Let’s assume you are among the minority of nonprofit agencies who have actually gone through a strategic planning session over the past year or two or even three. In that previous session, your leadership, board, volunteers, funders, and other community members may have worked with an independent facilitator to put together an amazing strategic plan that includes your mission statement, your organizational values, your 5-year vision statement, and perhaps even your objectives, goals and tactics. Why, then, would you ever again need, let alone in the next few years, to hold another strategic planning session? One reason:
Change happens, and if you and your strategic plan do not adapt to change, you become the epitome of obsolescence.
Which changes are likely to turn your strategic plan from beautiful creation to relic? Here are 7, for starters, along with the types of questions your strategic planning group should be asking itself every year, even if you already have a plan in place:
- Economic: Whether the economy improves or spirals down, how might it affect your clients, your employees ,your vendors, and even your policymakers? If the economy goes way south, is our organization prepared financially and do our programs have contingencies to adjust?
- Legal: Speaking of policymakers, many of them see their job as making laws, sometimes even new laws when they are unnecessary. Are you tracking federal and state laws and regulations that affect the way you do business? When a law changes, is replaced or expires, how will that change your own compliance issues?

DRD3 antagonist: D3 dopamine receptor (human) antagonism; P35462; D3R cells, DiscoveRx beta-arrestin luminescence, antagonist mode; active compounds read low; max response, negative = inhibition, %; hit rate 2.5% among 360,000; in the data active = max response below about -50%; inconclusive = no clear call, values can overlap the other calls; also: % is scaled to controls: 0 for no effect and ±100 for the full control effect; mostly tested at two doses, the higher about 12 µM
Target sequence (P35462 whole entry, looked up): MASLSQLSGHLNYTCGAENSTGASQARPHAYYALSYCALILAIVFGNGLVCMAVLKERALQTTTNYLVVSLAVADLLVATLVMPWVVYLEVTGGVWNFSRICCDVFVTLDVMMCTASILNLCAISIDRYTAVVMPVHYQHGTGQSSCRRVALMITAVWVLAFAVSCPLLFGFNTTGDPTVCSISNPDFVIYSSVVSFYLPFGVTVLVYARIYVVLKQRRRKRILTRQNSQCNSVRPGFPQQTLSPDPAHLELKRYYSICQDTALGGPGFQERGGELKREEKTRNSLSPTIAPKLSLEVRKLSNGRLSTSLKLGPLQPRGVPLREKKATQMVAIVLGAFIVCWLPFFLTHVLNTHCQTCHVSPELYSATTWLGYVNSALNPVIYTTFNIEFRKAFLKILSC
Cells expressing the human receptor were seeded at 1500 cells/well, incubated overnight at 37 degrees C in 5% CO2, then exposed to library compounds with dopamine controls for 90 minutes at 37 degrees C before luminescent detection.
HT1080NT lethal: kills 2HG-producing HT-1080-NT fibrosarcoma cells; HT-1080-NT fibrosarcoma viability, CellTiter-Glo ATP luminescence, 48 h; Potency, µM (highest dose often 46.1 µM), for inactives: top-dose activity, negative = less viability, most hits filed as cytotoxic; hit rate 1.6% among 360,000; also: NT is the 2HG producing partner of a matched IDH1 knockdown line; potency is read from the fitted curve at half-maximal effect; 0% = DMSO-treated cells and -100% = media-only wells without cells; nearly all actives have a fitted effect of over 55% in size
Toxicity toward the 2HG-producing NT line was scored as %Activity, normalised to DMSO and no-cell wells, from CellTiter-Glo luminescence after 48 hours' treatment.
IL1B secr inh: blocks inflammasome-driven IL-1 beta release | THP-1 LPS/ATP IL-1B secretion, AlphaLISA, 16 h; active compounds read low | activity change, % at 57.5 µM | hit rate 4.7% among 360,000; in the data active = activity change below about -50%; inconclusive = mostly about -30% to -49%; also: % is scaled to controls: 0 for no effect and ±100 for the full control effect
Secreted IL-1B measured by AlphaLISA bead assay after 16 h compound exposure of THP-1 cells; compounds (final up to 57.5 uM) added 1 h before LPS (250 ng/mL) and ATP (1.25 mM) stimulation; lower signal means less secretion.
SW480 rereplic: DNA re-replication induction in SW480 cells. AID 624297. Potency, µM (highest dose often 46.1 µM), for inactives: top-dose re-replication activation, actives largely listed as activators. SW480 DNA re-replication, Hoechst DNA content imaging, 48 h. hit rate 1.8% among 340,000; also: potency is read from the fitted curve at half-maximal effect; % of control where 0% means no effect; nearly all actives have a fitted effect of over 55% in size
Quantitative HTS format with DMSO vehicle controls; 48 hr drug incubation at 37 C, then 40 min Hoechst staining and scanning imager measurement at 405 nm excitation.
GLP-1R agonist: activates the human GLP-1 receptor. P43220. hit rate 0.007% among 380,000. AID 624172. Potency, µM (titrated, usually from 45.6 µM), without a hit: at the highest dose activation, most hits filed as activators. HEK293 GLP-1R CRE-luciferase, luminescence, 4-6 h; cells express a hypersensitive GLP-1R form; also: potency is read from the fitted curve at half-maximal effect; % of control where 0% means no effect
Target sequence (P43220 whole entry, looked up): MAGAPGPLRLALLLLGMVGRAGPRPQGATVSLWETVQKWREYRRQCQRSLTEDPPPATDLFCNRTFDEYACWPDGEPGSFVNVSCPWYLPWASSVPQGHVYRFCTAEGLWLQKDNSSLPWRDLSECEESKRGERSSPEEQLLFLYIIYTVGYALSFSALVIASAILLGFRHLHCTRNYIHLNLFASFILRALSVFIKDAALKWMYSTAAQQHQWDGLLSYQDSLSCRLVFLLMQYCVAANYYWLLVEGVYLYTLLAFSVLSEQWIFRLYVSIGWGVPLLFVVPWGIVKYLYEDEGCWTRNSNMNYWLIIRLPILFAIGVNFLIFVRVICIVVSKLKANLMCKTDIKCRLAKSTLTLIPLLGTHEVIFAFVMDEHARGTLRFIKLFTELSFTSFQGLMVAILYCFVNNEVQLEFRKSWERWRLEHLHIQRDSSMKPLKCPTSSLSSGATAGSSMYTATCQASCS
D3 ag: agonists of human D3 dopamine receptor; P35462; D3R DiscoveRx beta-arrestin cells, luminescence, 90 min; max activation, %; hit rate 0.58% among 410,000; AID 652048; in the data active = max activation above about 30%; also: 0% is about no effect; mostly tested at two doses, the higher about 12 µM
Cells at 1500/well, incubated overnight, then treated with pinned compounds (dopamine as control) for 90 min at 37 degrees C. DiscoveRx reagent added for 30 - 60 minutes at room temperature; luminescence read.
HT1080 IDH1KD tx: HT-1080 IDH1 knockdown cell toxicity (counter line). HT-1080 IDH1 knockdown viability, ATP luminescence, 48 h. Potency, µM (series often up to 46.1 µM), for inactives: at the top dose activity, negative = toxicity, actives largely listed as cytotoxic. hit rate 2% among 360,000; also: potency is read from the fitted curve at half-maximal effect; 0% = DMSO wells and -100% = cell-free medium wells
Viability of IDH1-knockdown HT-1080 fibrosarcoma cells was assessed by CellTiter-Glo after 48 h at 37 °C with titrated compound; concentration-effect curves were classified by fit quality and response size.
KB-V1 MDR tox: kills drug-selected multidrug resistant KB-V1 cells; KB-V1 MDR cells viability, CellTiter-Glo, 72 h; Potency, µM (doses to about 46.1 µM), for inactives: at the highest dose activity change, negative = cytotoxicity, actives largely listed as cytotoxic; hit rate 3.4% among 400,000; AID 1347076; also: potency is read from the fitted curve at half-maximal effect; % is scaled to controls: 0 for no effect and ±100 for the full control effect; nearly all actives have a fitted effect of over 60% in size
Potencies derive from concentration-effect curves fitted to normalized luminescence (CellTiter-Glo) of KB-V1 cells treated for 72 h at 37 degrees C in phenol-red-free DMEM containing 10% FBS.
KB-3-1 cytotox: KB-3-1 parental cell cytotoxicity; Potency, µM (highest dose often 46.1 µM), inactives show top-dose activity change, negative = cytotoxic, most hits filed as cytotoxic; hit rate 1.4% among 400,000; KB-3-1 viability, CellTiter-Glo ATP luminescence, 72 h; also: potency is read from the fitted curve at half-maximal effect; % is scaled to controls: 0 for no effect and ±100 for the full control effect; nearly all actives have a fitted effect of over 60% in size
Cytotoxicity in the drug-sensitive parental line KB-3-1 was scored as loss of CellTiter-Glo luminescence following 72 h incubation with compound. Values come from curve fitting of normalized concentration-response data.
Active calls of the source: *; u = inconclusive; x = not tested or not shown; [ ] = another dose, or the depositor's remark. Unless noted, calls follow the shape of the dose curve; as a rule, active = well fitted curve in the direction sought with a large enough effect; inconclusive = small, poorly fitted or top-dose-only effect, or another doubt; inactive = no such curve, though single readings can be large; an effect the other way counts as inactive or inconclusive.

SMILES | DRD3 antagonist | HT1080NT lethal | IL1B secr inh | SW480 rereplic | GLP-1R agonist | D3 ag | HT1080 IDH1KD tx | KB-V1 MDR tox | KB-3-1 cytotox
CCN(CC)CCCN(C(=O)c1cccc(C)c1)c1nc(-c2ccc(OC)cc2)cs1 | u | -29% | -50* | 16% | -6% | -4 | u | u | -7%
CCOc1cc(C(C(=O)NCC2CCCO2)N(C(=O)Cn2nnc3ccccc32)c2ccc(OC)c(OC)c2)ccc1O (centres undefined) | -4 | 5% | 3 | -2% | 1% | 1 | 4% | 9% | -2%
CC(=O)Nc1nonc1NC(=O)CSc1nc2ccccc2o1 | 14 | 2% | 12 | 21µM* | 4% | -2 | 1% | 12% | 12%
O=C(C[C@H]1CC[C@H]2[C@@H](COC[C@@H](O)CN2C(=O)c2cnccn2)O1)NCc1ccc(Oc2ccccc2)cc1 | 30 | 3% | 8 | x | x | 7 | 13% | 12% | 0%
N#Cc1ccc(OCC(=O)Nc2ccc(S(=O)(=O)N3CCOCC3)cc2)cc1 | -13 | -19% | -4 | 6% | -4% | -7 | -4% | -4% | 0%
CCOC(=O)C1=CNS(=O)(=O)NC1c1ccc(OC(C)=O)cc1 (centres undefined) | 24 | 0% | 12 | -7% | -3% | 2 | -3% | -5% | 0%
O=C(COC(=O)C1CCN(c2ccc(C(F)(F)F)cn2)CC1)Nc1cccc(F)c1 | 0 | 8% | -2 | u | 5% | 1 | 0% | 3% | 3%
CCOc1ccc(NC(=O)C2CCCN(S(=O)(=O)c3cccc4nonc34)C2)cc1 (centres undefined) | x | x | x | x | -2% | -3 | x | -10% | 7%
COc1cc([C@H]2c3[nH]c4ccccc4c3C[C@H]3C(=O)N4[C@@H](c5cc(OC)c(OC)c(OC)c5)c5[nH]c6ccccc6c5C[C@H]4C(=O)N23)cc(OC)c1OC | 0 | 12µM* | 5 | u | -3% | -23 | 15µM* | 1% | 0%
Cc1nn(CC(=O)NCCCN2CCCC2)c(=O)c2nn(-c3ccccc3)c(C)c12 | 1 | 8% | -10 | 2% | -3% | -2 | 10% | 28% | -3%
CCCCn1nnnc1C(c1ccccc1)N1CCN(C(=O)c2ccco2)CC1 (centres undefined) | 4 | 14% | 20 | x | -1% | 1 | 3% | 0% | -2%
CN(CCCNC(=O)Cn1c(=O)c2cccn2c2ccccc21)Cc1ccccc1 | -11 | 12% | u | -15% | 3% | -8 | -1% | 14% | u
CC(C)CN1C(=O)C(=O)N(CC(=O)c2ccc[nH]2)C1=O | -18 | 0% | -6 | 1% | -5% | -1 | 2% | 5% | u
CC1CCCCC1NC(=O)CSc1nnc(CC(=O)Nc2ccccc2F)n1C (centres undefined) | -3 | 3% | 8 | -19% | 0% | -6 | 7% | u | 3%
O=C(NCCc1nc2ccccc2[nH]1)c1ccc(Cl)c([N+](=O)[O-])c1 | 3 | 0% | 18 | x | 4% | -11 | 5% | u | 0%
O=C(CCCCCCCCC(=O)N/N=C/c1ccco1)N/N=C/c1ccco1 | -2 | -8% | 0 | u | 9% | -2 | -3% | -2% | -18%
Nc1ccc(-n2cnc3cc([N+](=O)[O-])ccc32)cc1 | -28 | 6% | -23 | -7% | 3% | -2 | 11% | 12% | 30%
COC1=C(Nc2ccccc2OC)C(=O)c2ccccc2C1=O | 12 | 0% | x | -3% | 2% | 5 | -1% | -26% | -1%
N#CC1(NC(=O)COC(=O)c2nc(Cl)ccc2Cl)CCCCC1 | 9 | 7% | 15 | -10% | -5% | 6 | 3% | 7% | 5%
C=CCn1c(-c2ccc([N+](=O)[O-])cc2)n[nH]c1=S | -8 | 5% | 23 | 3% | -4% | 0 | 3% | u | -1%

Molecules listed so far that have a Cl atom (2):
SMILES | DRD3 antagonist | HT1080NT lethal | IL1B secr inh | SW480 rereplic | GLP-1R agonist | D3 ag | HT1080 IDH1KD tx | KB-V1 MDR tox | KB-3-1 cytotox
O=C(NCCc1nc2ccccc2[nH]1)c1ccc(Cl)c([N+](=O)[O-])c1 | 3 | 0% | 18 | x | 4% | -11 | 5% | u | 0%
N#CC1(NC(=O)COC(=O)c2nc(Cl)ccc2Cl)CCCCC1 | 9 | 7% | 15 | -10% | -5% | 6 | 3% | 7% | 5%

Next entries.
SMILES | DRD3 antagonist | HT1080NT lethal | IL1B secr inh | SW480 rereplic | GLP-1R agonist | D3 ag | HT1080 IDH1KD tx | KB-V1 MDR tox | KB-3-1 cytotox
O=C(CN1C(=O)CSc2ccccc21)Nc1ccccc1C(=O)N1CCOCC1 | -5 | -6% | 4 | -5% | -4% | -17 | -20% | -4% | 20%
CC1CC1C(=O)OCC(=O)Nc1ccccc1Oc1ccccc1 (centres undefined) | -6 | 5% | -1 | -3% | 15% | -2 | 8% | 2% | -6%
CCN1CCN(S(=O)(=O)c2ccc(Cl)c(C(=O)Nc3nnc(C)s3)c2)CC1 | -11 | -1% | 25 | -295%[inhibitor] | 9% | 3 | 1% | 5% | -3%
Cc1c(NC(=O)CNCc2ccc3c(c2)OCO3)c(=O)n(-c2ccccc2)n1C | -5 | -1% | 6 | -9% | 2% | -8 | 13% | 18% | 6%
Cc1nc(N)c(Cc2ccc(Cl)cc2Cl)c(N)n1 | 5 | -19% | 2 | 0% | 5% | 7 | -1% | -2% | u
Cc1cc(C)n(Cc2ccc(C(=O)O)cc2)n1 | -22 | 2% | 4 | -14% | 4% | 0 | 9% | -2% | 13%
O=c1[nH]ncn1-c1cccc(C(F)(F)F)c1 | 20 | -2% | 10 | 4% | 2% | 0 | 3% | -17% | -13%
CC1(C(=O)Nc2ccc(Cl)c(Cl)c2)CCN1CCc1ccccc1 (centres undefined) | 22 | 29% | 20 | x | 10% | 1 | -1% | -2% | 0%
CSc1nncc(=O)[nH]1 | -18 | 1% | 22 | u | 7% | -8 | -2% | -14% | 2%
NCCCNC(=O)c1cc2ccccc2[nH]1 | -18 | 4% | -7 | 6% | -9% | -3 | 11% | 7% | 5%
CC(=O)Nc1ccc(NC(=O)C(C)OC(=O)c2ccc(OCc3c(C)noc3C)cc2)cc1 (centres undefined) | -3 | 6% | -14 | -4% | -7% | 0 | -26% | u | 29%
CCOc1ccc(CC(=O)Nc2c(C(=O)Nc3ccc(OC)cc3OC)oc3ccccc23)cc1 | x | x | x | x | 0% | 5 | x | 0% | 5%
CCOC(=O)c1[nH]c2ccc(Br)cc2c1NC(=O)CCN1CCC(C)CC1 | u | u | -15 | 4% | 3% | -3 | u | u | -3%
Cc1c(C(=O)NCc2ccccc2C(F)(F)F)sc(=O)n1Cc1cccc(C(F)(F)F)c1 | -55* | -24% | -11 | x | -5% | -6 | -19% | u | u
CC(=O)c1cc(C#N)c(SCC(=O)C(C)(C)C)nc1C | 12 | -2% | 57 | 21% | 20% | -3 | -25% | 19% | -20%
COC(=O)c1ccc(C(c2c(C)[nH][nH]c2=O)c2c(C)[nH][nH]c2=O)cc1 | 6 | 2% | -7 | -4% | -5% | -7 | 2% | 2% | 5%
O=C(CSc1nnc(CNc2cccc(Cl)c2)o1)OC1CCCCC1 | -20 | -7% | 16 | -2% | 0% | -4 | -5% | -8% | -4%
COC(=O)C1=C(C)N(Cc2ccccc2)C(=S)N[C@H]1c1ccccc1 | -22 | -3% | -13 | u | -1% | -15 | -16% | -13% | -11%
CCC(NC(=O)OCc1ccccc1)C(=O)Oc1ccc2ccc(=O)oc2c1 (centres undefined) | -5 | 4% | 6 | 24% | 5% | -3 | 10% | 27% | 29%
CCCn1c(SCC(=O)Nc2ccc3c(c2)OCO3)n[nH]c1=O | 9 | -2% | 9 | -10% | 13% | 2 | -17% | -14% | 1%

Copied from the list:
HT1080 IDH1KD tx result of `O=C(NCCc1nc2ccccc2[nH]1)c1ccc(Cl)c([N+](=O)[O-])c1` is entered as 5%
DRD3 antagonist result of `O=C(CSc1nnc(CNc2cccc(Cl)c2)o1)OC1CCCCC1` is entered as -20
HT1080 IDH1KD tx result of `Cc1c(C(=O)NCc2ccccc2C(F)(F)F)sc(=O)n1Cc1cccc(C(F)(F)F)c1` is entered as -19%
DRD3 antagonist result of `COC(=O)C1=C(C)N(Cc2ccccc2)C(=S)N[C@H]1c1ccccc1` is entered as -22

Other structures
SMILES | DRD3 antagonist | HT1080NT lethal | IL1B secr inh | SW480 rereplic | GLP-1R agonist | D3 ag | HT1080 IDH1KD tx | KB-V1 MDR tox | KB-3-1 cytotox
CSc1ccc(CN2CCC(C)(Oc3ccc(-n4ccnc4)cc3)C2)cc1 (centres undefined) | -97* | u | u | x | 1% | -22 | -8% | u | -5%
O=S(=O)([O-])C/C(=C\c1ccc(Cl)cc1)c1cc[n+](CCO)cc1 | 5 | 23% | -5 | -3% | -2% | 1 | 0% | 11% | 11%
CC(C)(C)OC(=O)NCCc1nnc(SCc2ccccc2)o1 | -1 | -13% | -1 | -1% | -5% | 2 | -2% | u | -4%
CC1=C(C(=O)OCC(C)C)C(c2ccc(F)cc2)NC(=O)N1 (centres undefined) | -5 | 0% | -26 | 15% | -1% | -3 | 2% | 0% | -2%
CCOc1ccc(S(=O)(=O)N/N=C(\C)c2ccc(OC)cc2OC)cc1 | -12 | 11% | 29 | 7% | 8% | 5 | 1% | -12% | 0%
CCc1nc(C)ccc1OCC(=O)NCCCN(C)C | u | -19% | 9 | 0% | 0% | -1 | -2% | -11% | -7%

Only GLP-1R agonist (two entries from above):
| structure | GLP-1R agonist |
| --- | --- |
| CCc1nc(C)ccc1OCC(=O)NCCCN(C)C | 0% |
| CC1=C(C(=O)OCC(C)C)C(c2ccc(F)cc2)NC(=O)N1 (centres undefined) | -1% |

- Industry-related: What developments in your service sector or industry are changing the way you do business? Who from your organization is attending industry trade group conferences? Is that person attending strategic planning review meetings? What are the critical issues you and your competition are facing together? Is there a need or opportunity to partner with competitors or other organizations to address threats to your industry?
- Competitor-related: With regards to your competition, who is new to your field that may be taking away some of your business, your customers or even your vendors? What are they doing differently than you? How are they innovating? What are your options?
- Technological: Innovation is critical, even in the nonprofit service sector. Technology is, though, not just about innovation. Yes, you want to know if there is new technology that will help you be a more efficient organization, but that technology does not always have to be new. What technological resources does your staff need to be most effective and efficient?
- Staffing: Even when properly fitted with resources, staffing turnover can change your ability to fulfill your mission and achieve your goals. Your strategic planning review meetings need to address staffing changes. Who has left the organization? What were the strategic plan-related assignments that person was involved in? What unique skills and resources did we lose? How are we replacing those and with whom?
- Cultural: This change may not be as quick or noticeable, but it is definitely critical to bear in mind. Look at the headlines and hashtags over the past year and ask your planning meeting participants: “What are the trends in our communities that either require our organization to change the way we get things done or that provide us with an opportunity to build and grow our services?” This is not the same thing as jumping on the bandwagon. This is being aware of shifts within our communities that can fundamentally change the way people see our services and the way our organization can serve our communities.
When the winds of change blow your direction, your organization will either be tossed about as on the waves of the sea or you will harness the power of this wind and sail on to do the greater good that only you can. The end result will depend upon whether you accept and adapt to change or not. Make sure that these conversations are part of your strategic planning and strategic plan evaluations.
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